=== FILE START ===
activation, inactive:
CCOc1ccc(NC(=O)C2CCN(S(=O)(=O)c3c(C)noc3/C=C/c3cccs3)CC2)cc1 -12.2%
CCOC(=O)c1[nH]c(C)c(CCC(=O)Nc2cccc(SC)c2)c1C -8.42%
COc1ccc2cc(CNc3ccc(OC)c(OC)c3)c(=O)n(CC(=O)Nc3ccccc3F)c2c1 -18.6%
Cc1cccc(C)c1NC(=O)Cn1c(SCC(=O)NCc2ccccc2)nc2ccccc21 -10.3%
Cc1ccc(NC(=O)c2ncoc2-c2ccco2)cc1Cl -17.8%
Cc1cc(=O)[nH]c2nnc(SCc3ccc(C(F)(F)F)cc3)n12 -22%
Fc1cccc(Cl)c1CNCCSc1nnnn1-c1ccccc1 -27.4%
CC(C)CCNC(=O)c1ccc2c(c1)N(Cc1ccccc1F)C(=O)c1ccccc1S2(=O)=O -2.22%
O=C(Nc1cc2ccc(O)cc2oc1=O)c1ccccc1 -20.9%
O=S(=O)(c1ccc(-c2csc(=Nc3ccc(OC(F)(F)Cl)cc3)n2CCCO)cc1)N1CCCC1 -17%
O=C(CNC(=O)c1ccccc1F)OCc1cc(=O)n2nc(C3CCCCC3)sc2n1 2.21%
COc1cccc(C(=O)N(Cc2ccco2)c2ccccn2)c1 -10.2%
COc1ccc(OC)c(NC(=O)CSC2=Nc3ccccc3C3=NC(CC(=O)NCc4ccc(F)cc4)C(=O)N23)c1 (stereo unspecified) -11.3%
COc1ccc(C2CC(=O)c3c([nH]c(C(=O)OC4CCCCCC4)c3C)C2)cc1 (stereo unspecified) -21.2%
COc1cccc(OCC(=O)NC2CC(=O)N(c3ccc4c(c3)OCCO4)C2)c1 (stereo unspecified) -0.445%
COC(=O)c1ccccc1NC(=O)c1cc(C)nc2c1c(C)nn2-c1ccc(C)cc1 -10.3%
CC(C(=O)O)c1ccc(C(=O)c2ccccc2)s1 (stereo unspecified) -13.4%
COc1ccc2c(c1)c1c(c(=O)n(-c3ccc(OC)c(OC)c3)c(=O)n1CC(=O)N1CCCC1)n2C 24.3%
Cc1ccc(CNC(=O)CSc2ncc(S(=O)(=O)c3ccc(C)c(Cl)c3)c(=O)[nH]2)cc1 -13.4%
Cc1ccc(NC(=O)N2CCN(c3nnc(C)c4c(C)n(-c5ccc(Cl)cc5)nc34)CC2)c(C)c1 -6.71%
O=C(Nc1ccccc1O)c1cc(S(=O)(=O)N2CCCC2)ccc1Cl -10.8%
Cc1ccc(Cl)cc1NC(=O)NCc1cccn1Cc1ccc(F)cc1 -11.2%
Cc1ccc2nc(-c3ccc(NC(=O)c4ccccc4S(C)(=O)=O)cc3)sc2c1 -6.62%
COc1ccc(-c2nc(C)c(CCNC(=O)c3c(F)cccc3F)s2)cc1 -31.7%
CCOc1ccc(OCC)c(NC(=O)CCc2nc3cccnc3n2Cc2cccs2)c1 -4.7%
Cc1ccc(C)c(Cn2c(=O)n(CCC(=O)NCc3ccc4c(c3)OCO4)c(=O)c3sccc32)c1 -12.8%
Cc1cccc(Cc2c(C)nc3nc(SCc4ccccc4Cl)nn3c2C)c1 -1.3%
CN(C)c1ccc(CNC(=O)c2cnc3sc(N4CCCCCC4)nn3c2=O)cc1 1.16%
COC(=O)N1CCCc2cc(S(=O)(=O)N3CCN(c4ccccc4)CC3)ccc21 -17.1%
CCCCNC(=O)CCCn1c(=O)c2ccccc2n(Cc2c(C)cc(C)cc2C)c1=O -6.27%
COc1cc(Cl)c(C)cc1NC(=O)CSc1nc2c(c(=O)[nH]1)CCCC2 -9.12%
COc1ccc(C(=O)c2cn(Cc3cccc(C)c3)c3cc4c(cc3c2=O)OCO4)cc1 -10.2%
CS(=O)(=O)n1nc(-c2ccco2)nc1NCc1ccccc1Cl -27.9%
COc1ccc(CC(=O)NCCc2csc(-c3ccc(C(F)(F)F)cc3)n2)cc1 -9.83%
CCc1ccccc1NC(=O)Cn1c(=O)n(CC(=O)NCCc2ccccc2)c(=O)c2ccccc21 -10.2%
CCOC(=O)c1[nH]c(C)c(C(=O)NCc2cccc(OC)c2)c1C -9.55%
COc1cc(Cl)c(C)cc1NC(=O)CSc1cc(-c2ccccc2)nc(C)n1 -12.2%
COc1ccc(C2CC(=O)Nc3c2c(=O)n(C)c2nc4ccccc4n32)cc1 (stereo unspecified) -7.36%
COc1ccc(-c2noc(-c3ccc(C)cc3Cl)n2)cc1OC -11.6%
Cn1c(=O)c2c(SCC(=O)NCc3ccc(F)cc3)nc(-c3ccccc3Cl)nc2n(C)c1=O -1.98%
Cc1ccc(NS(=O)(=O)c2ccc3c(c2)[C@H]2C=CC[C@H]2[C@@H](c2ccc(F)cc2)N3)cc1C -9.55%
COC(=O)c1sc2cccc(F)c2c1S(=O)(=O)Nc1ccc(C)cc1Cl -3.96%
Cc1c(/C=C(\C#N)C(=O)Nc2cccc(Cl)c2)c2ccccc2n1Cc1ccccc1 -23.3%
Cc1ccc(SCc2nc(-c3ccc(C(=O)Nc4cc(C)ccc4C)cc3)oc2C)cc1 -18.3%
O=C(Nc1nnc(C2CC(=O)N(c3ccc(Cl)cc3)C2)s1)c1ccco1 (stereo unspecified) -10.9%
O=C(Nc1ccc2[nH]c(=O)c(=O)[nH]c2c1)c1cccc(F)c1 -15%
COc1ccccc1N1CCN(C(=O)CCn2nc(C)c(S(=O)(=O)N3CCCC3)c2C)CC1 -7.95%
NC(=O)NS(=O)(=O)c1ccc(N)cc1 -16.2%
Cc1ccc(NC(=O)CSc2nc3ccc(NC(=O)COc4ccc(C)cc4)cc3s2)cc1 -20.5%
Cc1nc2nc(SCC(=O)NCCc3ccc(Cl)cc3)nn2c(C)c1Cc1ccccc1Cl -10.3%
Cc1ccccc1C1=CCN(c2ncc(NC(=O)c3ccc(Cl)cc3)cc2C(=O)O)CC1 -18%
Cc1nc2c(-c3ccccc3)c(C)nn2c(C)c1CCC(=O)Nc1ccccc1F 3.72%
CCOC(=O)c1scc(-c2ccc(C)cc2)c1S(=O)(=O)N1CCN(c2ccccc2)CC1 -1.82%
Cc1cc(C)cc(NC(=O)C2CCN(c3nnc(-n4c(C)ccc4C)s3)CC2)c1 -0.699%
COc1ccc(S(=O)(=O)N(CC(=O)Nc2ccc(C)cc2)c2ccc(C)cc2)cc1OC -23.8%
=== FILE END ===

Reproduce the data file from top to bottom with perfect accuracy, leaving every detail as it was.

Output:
activation, inactive:
CCOc1ccc(NC(=O)C2CCN(S(=O)(=O)c3c(C)noc3/C=C/c3cccs3)CC2)cc1 -12.2%
CCOC(=O)c1[nH]c(C)c(CCC(=O)Nc2cccc(SC)c2)c1C -8.42%
COc1ccc2cc(CNc3ccc(OC)c(OC)c3)c(=O)n(CC(=O)Nc3ccccc3F)c2c1 -18.6%
Cc1cccc(C)c1NC(=O)Cn1c(SCC(=O)NCc2ccccc2)nc2ccccc21 -10.3%
Cc1ccc(NC(=O)c2ncoc2-c2ccco2)cc1Cl -17.8%
Cc1cc(=O)[nH]c2nnc(SCc3ccc(C(F)(F)F)cc3)n12 -22%
Fc1cccc(Cl)c1CNCCSc1nnnn1-c1ccccc1 -27.4%
CC(C)CCNC(=O)c1ccc2c(c1)N(Cc1ccccc1F)C(=O)c1ccccc1S2(=O)=O -2.22%
O=C(Nc1cc2ccc(O)cc2oc1=O)c1ccccc1 -20.9%
O=S(=O)(c1ccc(-c2csc(=Nc3ccc(OC(F)(F)Cl)cc3)n2CCCO)cc1)N1CCCC1 -17%
O=C(CNC(=O)c1ccccc1F)OCc1cc(=O)n2nc(C3CCCCC3)sc2n1 2.21%
COc1cccc(C(=O)N(Cc2ccco2)c2ccccn2)c1 -10.2%
COc1ccc(OC)c(NC(=O)CSC2=Nc3ccccc3C3=NC(CC(=O)NCc4ccc(F)cc4)C(=O)N23)c1 (stereo unspecified) -11.3%
COc1ccc(C2CC(=O)c3c([nH]c(C(=O)OC4CCCCCC4)c3C)C2)cc1 (stereo unspecified) -21.2%
COc1cccc(OCC(=O)NC2CC(=O)N(c3ccc4c(c3)OCCO4)C2)c1 (stereo unspecified) -0.445%
COC(=O)c1ccccc1NC(=O)c1cc(C)nc2c1c(C)nn2-c1ccc(C)cc1 -10.3%
CC(C(=O)O)c1ccc(C(=O)c2ccccc2)s1 (stereo unspecified) -13.4%
COc1ccc2c(c1)c1c(c(=O)n(-c3ccc(OC)c(OC)c3)c(=O)n1CC(=O)N1CCCC1)n2C 24.3%
Cc1ccc(CNC(=O)CSc2ncc(S(=O)(=O)c3ccc(C)c(Cl)c3)c(=O)[nH]2)cc1 -13.4%
Cc1ccc(NC(=O)N2CCN(c3nnc(C)c4c(C)n(-c5ccc(Cl)cc5)nc34)CC2)c(C)c1 -6.71%
O=C(Nc1ccccc1O)c1cc(S(=O)(=O)N2CCCC2)ccc1Cl -10.8%
Cc1ccc(Cl)cc1NC(=O)NCc1cccn1Cc1ccc(F)cc1 -11.2%
Cc1ccc2nc(-c3ccc(NC(=O)c4ccccc4S(C)(=O)=O)cc3)sc2c1 -6.62%
COc1ccc(-c2nc(C)c(CCNC(=O)c3c(F)cccc3F)s2)cc1 -31.7%
CCOc1ccc(OCC)c(NC(=O)CCc2nc3cccnc3n2Cc2cccs2)c1 -4.7%
Cc1ccc(C)c(Cn2c(=O)n(CCC(=O)NCc3ccc4c(c3)OCO4)c(=O)c3sccc32)c1 -12.8%
Cc1cccc(Cc2c(C)nc3nc(SCc4ccccc4Cl)nn3c2C)c1 -1.3%
CN(C)c1ccc(CNC(=O)c2cnc3sc(N4CCCCCC4)nn3c2=O)cc1 1.16%
COC(=O)N1CCCc2cc(S(=O)(=O)N3CCN(c4ccccc4)CC3)ccc21 -17.1%
CCCCNC(=O)CCCn1c(=O)c2ccccc2n(Cc2c(C)cc(C)cc2C)c1=O -6.27%
COc1cc(Cl)c(C)cc1NC(=O)CSc1nc2c(c(=O)[nH]1)CCCC2 -9.12%
COc1ccc(C(=O)c2cn(Cc3cccc(C)c3)c3cc4c(cc3c2=O)OCO4)cc1 -10.2%
CS(=O)(=O)n1nc(-c2ccco2)nc1NCc1ccccc1Cl -27.9%
COc1ccc(CC(=O)NCCc2csc(-c3ccc(C(F)(F)F)cc3)n2)cc1 -9.83%
CCc1ccccc1NC(=O)Cn1c(=O)n(CC(=O)NCCc2ccccc2)c(=O)c2ccccc21 -10.2%
CCOC(=O)c1[nH]c(C)c(C(=O)NCc2cccc(OC)c2)c1C -9.55%
COc1cc(Cl)c(C)cc1NC(=O)CSc1cc(-c2ccccc2)nc(C)n1 -12.2%
COc1ccc(C2CC(=O)Nc3c2c(=O)n(C)c2nc4ccccc4n32)cc1 (stereo unspecified) -7.36%
COc1ccc(-c2noc(-c3ccc(C)cc3Cl)n2)cc1OC -11.6%
Cn1c(=O)c2c(SCC(=O)NCc3ccc(F)cc3)nc(-c3ccccc3Cl)nc2n(C)c1=O -1.98%
Cc1ccc(NS(=O)(=O)c2ccc3c(c2)[C@H]2C=CC[C@H]2[C@@H](c2ccc(F)cc2)N3)cc1C -9.55%
COC(=O)c1sc2cccc(F)c2c1S(=O)(=O)Nc1ccc(C)cc1Cl -3.96%
Cc1c(/C=C(\C#N)C(=O)Nc2cccc(Cl)c2)c2ccccc2n1Cc1ccccc1 -23.3%
Cc1ccc(SCc2nc(-c3ccc(C(=O)Nc4cc(C)ccc4C)cc3)oc2C)cc1 -18.3%
O=C(Nc1nnc(C2CC(=O)N(c3ccc(Cl)cc3)C2)s1)c1ccco1 (stereo unspecified) -10.9%
O=C(Nc1ccc2[nH]c(=O)c(=O)[nH]c2c1)c1cccc(F)c1 -15%
COc1ccccc1N1CCN(C(=O)CCn2nc(C)c(S(=O)(=O)N3CCCC3)c2C)CC1 -7.95%
NC(=O)NS(=O)(=O)c1ccc(N)cc1 -16.2%
Cc1ccc(NC(=O)CSc2nc3ccc(NC(=O)COc4ccc(C)cc4)cc3s2)cc1 -20.5%
Cc1nc2nc(SCC(=O)NCCc3ccc(Cl)cc3)nn2c(C)c1Cc1ccccc1Cl -10.3%
Cc1ccccc1C1=CCN(c2ncc(NC(=O)c3ccc(Cl)cc3)cc2C(=O)O)CC1 -18%
Cc1nc2c(-c3ccccc3)c(C)nn2c(C)c1CCC(=O)Nc1ccccc1F 3.72%
CCOC(=O)c1scc(-c2ccc(C)cc2)c1S(=O)(=O)N1CCN(c2ccccc2)CC1 -1.82%
Cc1cc(C)cc(NC(=O)C2CCN(c3nnc(-n4c(C)ccc4C)s3)CC2)c1 -0.699%
COc1ccc(S(=O)(=O)N(CC(=O)Nc2ccc(C)cc2)c2ccc(C)cc2)cc1OC -23.8%